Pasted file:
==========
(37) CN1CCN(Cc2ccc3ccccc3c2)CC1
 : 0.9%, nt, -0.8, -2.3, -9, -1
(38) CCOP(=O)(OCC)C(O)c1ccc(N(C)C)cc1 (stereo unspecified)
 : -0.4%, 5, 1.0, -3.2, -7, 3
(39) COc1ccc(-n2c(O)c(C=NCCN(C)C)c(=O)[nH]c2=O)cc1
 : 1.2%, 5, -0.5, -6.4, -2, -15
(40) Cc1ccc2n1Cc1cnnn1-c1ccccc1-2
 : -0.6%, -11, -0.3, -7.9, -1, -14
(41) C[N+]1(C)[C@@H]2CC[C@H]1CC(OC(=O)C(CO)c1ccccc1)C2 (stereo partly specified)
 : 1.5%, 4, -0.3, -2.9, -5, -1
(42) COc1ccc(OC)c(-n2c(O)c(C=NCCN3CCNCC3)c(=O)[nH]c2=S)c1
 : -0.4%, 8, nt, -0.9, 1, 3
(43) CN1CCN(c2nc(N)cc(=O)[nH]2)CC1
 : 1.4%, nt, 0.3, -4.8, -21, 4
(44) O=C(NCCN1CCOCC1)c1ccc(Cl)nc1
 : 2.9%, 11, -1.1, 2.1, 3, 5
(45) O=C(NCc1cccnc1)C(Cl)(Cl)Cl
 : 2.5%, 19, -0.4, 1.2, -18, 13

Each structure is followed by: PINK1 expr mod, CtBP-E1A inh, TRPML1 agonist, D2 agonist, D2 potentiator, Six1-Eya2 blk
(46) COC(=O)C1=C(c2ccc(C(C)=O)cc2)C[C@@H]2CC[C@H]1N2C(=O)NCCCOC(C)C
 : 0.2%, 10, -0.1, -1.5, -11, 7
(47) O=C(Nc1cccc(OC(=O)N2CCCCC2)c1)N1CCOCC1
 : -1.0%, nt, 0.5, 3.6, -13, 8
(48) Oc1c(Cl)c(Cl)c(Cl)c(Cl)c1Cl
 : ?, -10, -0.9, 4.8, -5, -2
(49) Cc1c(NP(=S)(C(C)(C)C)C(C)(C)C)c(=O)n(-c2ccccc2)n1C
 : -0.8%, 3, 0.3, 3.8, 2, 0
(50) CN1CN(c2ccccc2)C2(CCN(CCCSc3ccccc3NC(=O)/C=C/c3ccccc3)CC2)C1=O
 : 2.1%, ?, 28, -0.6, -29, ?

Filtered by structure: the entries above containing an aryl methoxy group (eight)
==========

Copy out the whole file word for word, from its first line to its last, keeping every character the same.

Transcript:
(37) CN1CCN(Cc2ccc3ccccc3c2)CC1
 : 0.9%, nt, -0.8, -2.3, -9, -1
(38) CCOP(=O)(OCC)C(O)c1ccc(N(C)C)cc1 (stereo unspecified)
 : -0.4%, 5, 1.0, -3.2, -7, 3
(39) COc1ccc(-n2c(O)c(C=NCCN(C)C)c(=O)[nH]c2=O)cc1
 : 1.2%, 5, -0.5, -6.4, -2, -15
(40) Cc1ccc2n1Cc1cnnn1-c1ccccc1-2
 : -0.6%, -11, -0.3, -7.9, -1, -14
(41) C[N+]1(C)[C@@H]2CC[C@H]1CC(OC(=O)C(CO)c1ccccc1)C2 (stereo partly specified)
 : 1.5%, 4, -0.3, -2.9, -5, -1
(42) COc1ccc(OC)c(-n2c(O)c(C=NCCN3CCNCC3)c(=O)[nH]c2=S)c1
 : -0.4%, 8, nt, -0.9, 1, 3
(43) CN1CCN(c2nc(N)cc(=O)[nH]2)CC1
 : 1.4%, nt, 0.3, -4.8, -21, 4
(44) O=C(NCCN1CCOCC1)c1ccc(Cl)nc1
 : 2.9%, 11, -1.1, 2.1, 3, 5
(45) O=C(NCc1cccnc1)C(Cl)(Cl)Cl
 : 2.5%, 19, -0.4, 1.2, -18, 13

Each structure is followed by: PINK1 expr mod, CtBP-E1A inh, TRPML1 agonist, D2 agonist, D2 potentiator, Six1-Eya2 blk
(46) COC(=O)C1=C(c2ccc(C(C)=O)cc2)C[C@@H]2CC[C@H]1N2C(=O)NCCCOC(C)C
 : 0.2%, 10, -0.1, -1.5, -11, 7
(47) O=C(Nc1cccc(OC(=O)N2CCCCC2)c1)N1CCOCC1
 : -1.0%, nt, 0.5, 3.6, -13, 8
(48) Oc1c(Cl)c(Cl)c(Cl)c(Cl)c1Cl
 : ?, -10, -0.9, 4.8, -5, -2
(49) Cc1c(NP(=S)(C(C)(C)C)C(C)(C)C)c(=O)n(-c2ccccc2)n1C
 : -0.8%, 3, 0.3, 3.8, 2, 0
(50) CN1CN(c2ccccc2)C2(CCN(CCCSc3ccccc3NC(=O)/C=C/c3ccccc3)CC2)C1=O
 : 2.1%, ?, 28, -0.6, -29, ?

Filtered by structure: the entries above containing an aryl methoxy group (eight)